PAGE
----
I was trying to decide on my cliché this week, and had just about settled on a Sherlock Holmes quote when I saw the Daily Prompt from WordPress: confess. The two seemed linked together and my path was set.
“C’mon, Jackie,” Kayden urged. “Just say you did it.”
“Yeah,” Lindsey agreed, “If you just say it, we can all go to lunch.”
Jackie looked around his classmates resentfully. He didn’t do it. Why should he take the fall?
“Why?” he asked.
“Cause teacher is going to make us sit here foreeeevver,” Lindsey said. “Don’t you wanna get out of here? She won’t do anything, she never does.”
“Yeah, last week, she just shook her head and sighed when I told her it was me that hid the erasers,” Kayden said.
“It’s like what that guy in storytime says, it’s ele-el-mentary,” Charlotte chimed in. “She thinks you did it and if you say you did, you can save all of us.”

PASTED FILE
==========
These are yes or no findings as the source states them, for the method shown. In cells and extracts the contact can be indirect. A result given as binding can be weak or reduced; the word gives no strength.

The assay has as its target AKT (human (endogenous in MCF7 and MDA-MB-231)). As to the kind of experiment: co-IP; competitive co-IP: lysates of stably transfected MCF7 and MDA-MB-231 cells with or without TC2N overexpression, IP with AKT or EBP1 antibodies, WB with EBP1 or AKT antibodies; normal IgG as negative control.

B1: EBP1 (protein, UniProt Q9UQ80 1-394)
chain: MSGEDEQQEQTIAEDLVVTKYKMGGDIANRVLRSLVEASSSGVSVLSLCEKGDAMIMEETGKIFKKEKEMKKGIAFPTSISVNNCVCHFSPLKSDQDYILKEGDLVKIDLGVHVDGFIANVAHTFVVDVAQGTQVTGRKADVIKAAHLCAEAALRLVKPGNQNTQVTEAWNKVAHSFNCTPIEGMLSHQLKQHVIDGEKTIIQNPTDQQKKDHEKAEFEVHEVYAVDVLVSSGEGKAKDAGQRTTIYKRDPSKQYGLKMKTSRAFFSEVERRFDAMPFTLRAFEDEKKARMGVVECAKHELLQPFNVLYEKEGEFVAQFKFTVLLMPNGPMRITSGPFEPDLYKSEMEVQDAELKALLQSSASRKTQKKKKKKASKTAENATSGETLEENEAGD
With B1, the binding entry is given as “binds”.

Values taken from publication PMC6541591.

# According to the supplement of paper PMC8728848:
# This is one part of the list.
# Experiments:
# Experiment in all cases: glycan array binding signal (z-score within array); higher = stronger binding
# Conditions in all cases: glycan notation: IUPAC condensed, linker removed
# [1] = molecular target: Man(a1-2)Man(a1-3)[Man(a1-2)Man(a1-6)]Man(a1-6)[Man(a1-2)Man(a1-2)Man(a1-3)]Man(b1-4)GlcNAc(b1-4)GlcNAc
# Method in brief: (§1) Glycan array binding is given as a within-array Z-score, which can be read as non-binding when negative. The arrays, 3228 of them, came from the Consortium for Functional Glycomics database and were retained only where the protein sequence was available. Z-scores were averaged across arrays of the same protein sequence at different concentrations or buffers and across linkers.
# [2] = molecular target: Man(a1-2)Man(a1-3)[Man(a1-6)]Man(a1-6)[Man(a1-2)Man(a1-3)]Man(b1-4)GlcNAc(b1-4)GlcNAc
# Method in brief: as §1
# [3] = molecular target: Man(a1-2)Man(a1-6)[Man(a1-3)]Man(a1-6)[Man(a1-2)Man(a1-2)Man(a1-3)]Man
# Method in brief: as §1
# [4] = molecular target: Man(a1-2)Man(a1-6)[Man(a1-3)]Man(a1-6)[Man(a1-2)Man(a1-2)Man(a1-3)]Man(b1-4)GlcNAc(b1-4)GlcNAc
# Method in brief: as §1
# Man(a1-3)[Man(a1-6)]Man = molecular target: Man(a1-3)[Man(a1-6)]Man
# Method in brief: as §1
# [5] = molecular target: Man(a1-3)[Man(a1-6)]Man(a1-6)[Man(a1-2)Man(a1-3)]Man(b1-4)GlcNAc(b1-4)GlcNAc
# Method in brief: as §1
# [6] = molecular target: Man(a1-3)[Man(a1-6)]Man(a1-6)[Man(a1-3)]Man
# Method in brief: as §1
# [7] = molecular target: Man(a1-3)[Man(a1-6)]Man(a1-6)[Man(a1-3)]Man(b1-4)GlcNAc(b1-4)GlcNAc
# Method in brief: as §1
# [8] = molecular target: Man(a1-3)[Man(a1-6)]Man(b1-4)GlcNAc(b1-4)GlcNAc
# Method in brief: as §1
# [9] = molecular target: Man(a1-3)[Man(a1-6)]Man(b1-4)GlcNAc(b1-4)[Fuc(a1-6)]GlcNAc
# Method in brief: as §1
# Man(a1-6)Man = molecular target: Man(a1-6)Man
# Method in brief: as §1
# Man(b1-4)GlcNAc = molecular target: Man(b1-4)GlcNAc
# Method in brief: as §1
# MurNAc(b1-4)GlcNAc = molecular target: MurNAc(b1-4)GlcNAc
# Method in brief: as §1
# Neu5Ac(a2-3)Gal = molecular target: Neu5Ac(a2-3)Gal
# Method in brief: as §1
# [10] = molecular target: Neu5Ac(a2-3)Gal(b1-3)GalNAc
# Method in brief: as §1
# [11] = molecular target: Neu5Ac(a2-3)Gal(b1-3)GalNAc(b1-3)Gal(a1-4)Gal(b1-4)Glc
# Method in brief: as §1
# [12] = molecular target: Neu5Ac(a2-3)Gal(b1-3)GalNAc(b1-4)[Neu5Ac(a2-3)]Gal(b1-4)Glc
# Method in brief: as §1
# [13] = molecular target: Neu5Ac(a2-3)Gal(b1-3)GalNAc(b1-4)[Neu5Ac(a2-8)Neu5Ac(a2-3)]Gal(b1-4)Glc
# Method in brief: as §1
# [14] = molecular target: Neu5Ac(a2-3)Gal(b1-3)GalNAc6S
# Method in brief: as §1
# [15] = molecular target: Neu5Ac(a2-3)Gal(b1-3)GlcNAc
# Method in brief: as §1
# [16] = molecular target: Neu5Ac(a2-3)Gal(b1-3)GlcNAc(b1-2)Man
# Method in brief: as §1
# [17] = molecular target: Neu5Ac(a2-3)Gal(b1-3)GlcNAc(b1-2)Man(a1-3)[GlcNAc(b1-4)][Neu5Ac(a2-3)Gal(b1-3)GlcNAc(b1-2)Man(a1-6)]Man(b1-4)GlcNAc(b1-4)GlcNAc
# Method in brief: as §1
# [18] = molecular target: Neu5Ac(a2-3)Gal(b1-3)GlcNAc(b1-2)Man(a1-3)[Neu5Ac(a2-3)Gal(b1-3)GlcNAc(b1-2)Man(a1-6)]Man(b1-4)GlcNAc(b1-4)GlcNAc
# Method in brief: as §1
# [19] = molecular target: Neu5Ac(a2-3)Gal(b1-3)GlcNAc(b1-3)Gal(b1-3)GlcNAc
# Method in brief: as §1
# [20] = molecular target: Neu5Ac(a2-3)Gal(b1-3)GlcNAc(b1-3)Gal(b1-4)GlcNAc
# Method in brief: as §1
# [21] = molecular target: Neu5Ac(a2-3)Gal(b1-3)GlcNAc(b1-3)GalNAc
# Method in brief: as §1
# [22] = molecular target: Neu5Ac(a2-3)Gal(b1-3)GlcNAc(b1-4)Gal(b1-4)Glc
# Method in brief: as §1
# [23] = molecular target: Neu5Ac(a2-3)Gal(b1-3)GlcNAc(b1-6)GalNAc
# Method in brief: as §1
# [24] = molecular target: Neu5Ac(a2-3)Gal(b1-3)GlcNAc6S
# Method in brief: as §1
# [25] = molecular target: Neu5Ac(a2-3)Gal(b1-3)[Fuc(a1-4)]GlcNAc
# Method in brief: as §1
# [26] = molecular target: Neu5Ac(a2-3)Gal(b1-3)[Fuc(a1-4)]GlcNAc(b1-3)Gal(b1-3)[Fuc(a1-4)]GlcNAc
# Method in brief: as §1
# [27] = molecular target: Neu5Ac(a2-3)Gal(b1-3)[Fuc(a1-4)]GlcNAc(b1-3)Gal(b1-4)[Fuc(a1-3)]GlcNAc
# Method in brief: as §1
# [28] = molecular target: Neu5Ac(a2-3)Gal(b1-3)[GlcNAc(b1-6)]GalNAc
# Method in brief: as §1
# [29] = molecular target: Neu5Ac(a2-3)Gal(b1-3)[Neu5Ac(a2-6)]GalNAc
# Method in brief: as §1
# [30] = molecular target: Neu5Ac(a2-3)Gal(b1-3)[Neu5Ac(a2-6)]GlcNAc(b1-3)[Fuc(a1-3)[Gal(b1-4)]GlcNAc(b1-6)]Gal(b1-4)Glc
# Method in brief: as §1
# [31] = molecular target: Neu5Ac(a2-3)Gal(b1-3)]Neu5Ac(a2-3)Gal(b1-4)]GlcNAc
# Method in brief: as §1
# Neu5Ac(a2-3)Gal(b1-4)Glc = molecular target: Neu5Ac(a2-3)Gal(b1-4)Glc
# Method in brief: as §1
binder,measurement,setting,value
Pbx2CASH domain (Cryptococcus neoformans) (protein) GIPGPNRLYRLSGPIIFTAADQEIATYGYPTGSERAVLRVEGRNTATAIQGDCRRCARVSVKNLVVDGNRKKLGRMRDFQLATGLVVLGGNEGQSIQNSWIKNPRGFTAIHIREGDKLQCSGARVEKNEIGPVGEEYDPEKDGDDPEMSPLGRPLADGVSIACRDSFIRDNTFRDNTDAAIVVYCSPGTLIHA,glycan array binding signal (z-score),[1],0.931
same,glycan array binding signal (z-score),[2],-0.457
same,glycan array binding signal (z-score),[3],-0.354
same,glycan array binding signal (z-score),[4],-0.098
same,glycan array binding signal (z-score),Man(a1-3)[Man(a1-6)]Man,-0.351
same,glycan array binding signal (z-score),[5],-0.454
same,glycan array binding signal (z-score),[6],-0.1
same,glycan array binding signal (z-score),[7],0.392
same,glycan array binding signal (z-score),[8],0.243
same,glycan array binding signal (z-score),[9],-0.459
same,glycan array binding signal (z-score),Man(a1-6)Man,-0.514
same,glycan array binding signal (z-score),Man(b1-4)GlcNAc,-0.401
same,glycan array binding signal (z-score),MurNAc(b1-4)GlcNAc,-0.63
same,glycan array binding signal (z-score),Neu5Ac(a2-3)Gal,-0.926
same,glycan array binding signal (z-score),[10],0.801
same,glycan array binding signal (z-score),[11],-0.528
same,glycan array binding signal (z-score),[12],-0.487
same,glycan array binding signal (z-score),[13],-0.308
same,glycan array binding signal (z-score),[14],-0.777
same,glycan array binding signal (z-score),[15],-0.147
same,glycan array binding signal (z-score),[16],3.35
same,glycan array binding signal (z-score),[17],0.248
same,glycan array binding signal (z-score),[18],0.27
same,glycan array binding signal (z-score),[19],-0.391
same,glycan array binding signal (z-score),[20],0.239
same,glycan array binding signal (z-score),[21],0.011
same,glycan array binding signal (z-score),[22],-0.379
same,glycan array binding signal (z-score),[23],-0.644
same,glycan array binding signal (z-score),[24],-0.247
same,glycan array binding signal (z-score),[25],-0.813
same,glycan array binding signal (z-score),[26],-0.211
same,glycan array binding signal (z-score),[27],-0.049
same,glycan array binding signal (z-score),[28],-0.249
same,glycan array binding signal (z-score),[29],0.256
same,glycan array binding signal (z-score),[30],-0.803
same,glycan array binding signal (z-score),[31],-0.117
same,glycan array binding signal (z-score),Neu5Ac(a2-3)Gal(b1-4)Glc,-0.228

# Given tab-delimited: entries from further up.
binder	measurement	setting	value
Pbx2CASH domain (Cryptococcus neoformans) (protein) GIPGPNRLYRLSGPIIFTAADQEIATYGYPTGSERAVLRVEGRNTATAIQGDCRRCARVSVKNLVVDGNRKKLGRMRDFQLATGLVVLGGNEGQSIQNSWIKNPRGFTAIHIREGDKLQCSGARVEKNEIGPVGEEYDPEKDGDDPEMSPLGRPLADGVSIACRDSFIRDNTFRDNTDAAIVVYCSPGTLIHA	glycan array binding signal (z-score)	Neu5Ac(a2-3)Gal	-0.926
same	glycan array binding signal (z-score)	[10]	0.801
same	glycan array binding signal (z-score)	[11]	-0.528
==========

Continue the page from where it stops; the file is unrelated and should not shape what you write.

She batted her blue eyes at Jackie with a sweet smile, and he groaned, knowing he was going to give in.
elementary, my dear Watson: the famous and oft used line to explain that a perplexing question is really so very simple after all. The history of this one is obvious–it comes from Sherlock Holmes. Holmes often used the phrase condescendingly to his assistant, Dr Watson. But did he? The most famous quote Holmes ever made never appeared in any of Sir Conan Doyle’s books. It was added later in Sherlock Holmes’ movies, as a liberty taken by film writers and directors. Sherlock did say “Exactly, my dear Watson,” as well as “Elementary” in several of the stories, so at some point they were glued together for Hollywood. The phrase itself, however, actually belongs to another writer, P.G. Wodehouse, who used it in Psmith Journalist, 1915.